Categories: LegalRegulation

Three British Firms Involved In Google EU Antitrust Case

Three British companies along with 16 others from Europe and the US make up the official list of complainants against Google in the ongoing European Commission antitrust case, sources close to the matter have told Reuters.

The British firms involved are Streetmap, a UK road mapping and Google Maps competitor; Foundem, a price comparison website; and ICOMP, a lobbying group for net equality for businesses in the UK.

The other complainants include Microsoft, Yelp and TripAdvisor, along with European news, search, and mapping companies.

Official charge list

According to Reuters, 30 firms have filed complaints against Google with the European Commission, but these 19 were the one who selected themselves for the official charge list.

This gives them more benefits in the case, as the companies will be privy to regulatory proceedings and be able to fight their case in front of competition experts, Reuters said.

One of the British firms, Foundem, sent TechWeekEurope a document which detailed more than ten years of the company’s efforts against what it deems “insidious search result practices”.

In the document, Foundem said: “Although there are now an unprecedented number of Complainants, including industry giants such as Microsoft, Expedia, Trip Advisor, and the German Publishers Association, this has seldom been the battle between titans that Google has tried to portray.”

The European Commission probe into Google’s search products came as it received complaints from a number of its competitors including Microsoft, Nokia and Expedia.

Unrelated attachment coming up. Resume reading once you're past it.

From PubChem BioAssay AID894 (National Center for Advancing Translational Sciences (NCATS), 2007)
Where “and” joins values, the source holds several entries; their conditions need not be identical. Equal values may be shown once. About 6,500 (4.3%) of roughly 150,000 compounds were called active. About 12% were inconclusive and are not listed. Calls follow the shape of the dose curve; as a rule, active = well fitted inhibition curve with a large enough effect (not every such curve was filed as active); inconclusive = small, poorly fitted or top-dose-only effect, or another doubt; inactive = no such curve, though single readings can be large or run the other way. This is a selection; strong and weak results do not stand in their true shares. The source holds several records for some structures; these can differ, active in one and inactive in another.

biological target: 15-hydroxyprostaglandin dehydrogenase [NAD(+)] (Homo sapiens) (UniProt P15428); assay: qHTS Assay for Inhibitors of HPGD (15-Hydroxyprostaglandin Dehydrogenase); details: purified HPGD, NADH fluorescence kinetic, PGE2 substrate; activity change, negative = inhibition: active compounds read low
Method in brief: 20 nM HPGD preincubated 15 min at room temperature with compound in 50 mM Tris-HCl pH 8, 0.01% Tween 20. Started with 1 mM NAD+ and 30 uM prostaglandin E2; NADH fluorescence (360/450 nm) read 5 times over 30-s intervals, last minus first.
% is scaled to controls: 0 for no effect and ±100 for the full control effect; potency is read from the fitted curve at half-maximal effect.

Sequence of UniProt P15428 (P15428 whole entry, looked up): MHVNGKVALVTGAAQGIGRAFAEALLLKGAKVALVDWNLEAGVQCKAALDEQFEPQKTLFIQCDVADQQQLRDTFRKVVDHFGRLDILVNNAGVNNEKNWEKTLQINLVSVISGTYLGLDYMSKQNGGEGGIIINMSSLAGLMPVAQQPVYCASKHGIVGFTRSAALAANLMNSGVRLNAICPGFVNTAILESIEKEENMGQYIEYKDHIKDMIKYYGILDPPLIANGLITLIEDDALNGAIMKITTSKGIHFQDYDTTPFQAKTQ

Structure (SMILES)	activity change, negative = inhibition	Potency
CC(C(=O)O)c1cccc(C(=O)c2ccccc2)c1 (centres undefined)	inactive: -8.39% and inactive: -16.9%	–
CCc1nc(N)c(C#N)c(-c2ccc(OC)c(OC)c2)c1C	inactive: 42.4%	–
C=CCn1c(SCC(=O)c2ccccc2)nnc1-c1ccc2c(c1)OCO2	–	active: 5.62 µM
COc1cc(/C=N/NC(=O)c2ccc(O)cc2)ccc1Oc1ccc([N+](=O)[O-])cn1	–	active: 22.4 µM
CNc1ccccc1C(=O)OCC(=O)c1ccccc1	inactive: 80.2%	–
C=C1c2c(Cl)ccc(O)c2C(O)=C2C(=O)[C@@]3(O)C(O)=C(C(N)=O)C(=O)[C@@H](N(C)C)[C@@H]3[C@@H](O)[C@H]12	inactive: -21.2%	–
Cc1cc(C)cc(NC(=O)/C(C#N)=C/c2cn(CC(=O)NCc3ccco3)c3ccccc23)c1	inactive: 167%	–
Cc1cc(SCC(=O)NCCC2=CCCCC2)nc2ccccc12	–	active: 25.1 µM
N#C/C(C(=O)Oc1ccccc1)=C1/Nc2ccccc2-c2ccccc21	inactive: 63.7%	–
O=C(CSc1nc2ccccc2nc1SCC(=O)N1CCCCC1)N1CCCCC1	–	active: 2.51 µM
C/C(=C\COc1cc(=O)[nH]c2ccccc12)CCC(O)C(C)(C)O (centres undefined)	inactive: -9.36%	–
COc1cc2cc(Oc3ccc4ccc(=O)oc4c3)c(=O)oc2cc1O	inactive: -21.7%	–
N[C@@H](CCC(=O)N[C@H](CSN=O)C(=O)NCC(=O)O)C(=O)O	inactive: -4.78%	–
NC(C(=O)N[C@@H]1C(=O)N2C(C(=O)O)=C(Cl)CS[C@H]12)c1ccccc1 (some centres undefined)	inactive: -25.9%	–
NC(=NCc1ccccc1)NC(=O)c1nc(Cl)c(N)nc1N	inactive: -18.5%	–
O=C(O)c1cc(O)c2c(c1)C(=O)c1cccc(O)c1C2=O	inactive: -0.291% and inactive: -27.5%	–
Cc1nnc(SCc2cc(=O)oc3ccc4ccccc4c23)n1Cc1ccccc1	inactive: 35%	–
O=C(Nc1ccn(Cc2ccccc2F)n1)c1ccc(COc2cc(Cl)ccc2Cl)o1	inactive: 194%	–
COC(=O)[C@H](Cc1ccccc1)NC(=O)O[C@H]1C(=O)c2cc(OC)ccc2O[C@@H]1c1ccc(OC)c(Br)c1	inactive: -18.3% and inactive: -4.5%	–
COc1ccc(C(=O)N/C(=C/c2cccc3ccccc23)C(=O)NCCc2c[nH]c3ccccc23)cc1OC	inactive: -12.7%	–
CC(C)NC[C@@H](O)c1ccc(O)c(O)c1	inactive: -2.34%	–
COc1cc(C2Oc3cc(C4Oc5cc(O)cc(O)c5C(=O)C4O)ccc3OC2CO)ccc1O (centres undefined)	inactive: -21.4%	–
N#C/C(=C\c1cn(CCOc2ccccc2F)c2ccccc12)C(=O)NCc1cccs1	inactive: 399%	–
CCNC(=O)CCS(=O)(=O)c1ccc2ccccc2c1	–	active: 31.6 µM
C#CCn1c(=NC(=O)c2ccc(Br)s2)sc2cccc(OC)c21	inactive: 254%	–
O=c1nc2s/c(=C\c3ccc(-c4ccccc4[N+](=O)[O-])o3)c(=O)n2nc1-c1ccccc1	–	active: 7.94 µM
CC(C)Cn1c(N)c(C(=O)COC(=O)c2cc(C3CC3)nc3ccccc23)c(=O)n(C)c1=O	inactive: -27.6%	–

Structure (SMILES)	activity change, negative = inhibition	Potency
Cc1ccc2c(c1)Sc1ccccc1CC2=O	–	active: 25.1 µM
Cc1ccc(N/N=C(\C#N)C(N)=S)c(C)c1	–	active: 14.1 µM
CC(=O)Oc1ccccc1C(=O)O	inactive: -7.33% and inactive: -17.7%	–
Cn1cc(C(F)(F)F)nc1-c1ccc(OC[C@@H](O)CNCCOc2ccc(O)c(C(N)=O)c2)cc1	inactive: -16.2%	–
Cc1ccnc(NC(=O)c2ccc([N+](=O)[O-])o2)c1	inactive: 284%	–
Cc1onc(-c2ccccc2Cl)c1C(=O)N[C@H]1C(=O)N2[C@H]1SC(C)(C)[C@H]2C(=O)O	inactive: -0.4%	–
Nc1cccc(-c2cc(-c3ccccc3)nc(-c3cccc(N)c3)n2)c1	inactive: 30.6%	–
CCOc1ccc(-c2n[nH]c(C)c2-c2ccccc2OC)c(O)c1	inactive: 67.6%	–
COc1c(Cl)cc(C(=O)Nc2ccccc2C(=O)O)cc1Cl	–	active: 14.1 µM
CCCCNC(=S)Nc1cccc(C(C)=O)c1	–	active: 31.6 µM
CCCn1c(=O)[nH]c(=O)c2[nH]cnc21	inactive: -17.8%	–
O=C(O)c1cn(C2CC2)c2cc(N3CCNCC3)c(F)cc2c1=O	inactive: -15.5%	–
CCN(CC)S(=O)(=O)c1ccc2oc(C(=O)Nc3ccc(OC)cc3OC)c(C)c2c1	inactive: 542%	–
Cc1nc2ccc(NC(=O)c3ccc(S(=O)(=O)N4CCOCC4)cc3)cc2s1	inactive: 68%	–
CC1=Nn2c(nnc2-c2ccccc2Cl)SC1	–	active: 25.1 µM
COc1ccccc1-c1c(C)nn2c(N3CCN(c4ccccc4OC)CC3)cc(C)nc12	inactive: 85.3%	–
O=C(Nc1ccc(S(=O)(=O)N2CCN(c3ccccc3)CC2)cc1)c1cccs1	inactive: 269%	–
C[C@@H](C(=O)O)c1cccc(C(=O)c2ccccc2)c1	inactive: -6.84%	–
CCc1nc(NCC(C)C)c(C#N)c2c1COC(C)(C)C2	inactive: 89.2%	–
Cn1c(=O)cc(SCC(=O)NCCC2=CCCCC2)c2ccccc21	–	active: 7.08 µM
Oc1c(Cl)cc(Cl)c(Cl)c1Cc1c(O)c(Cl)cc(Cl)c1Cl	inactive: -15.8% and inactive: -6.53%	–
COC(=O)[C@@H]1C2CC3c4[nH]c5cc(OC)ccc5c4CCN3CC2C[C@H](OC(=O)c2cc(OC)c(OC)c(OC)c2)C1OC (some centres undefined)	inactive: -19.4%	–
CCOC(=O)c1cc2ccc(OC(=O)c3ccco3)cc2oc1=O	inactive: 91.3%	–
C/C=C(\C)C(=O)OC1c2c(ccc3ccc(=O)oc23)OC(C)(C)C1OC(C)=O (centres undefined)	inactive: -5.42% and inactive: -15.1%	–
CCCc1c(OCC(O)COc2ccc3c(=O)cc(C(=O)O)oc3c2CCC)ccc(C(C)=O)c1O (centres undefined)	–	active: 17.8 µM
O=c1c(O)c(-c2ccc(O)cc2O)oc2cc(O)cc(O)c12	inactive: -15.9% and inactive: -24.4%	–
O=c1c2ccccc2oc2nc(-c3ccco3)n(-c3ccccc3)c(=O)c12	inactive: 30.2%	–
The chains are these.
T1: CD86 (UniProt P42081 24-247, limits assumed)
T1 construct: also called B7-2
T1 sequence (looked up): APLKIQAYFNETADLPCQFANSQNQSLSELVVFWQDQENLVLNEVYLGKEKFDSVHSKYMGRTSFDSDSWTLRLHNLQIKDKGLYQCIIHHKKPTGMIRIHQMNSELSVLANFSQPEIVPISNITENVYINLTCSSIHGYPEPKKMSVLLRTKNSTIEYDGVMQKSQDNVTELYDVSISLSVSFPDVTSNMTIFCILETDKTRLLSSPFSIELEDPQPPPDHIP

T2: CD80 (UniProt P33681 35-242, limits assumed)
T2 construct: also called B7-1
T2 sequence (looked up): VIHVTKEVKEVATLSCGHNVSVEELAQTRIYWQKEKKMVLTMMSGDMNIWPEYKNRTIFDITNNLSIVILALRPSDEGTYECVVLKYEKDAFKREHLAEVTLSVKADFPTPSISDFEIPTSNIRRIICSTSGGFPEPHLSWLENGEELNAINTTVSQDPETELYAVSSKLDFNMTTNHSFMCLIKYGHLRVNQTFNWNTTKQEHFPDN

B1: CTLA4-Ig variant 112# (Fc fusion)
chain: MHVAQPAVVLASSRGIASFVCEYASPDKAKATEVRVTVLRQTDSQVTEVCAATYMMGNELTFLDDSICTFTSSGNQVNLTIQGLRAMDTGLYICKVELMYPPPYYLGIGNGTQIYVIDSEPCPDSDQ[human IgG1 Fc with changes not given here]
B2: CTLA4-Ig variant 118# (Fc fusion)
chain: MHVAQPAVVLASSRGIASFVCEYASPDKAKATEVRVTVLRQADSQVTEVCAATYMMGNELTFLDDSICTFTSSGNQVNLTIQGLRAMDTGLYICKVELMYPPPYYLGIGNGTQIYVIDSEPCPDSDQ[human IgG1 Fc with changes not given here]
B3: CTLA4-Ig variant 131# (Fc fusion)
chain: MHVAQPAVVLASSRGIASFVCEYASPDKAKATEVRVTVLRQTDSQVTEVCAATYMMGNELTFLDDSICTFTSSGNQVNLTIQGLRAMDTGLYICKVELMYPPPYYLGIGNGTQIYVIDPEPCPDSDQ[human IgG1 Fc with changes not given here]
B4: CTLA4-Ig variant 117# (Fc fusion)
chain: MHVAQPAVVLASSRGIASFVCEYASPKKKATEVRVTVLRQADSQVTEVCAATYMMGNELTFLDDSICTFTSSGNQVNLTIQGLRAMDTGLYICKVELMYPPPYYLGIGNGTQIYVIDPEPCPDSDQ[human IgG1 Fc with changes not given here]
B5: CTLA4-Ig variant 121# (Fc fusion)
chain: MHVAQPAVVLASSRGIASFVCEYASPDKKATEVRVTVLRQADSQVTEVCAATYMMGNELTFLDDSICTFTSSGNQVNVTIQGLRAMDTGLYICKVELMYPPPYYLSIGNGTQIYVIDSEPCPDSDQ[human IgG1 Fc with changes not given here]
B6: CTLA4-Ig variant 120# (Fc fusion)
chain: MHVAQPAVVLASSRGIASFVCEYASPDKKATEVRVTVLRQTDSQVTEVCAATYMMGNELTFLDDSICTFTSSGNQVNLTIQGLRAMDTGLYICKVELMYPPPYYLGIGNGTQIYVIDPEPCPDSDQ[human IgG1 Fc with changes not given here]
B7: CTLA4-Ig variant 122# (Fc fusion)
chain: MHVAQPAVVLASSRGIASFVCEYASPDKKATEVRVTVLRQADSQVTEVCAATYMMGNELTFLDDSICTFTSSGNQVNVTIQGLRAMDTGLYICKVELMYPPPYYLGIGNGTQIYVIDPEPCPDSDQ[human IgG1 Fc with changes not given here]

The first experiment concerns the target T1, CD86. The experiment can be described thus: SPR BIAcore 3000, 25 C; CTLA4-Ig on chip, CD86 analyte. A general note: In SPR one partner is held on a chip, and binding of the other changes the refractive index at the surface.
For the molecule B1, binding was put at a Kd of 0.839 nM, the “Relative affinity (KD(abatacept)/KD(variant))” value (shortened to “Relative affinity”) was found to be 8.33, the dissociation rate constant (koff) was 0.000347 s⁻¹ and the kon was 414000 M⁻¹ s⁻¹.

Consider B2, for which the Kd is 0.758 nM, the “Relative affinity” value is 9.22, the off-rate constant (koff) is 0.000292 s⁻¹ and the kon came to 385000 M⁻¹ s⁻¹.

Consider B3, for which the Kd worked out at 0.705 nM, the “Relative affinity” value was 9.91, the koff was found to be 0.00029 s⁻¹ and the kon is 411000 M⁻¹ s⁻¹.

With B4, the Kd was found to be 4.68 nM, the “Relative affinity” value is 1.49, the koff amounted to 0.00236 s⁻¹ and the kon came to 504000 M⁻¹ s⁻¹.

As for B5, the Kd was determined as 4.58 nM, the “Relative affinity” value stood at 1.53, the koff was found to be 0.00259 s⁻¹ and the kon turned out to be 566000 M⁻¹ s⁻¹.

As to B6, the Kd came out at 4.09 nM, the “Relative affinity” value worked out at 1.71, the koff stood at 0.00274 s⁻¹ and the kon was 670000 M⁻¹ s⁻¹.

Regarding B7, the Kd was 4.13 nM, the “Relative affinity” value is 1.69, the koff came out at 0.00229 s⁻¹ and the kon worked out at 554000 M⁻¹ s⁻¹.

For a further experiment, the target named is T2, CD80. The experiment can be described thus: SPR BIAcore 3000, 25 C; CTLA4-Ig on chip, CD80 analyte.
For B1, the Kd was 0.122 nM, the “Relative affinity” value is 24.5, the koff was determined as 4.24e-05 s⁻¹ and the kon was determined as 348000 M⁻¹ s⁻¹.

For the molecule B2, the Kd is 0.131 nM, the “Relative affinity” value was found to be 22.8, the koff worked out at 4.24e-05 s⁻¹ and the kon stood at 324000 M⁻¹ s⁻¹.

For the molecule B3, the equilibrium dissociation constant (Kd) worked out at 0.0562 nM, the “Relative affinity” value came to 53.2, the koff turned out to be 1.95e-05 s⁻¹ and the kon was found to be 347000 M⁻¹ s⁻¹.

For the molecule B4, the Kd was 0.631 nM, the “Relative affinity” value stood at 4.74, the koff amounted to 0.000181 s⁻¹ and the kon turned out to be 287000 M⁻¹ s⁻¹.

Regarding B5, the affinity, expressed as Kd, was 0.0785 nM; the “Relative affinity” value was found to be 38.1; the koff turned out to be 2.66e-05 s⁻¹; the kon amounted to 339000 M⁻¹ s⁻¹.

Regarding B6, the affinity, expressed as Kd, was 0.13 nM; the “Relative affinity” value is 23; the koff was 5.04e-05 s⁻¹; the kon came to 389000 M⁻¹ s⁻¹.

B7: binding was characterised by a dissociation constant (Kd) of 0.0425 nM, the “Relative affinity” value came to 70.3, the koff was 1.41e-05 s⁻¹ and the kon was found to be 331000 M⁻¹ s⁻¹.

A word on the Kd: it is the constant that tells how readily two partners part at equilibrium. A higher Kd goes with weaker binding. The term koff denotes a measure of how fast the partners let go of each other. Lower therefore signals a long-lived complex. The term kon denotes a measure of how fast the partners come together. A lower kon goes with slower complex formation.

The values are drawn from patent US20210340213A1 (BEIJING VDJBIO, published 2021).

These companies claimed that Google had abused its dominant position in the online search market to shut out rivals in areas such as price comparison, navigation and advertising. It is also investigating whether Google has been “scraping” content from rivals’ sites, and unfairly restricting advertisers and software developers who do business with the search giant.

Disagrees

But Google said it “respectfully but strongly disagrees” with the EC Statement of Objections.

In a blog post, Amit Singhal, Senior VP, Google Search said: “Indeed if you look at shopping – an area where we have seen a lot of complaints and where we understand the European Commission will focus its Statement of Objections – it’s clear that (a) there’s a ton of competition (including from Amazon and eBay, two of the biggest shopping sites in the world) and (b) Google’s shopping results have not the harmed the competition,” wrote Amit Singhal, Senior VP, Google Search.

ICOMP told TechWeekEurope that its formal complaint was made in 2013.Earlier this month, the company posted a statement which said: “This case is not, and never has been, about requiring Google to publish its algorithm or denying it the chance to innovate or develop. It has always been about the consistent and impartial application of European competition laws.

“Google must now be required to stop abusing its dominance in search by unfairly prioritising its own services and demoting rivals, activities the Commission has been clear are detrimental to the competitive process and thereby to European consumers.”

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Ben Sullivan

Ben covers web and technology giants such as Google, Amazon, and Microsoft and their impact on the cloud computing industry, whilst also writing about data centre players and their increasing importance in Europe. He also covers future technologies such as drones, aerospace, science, and the effect of technology on the environment.

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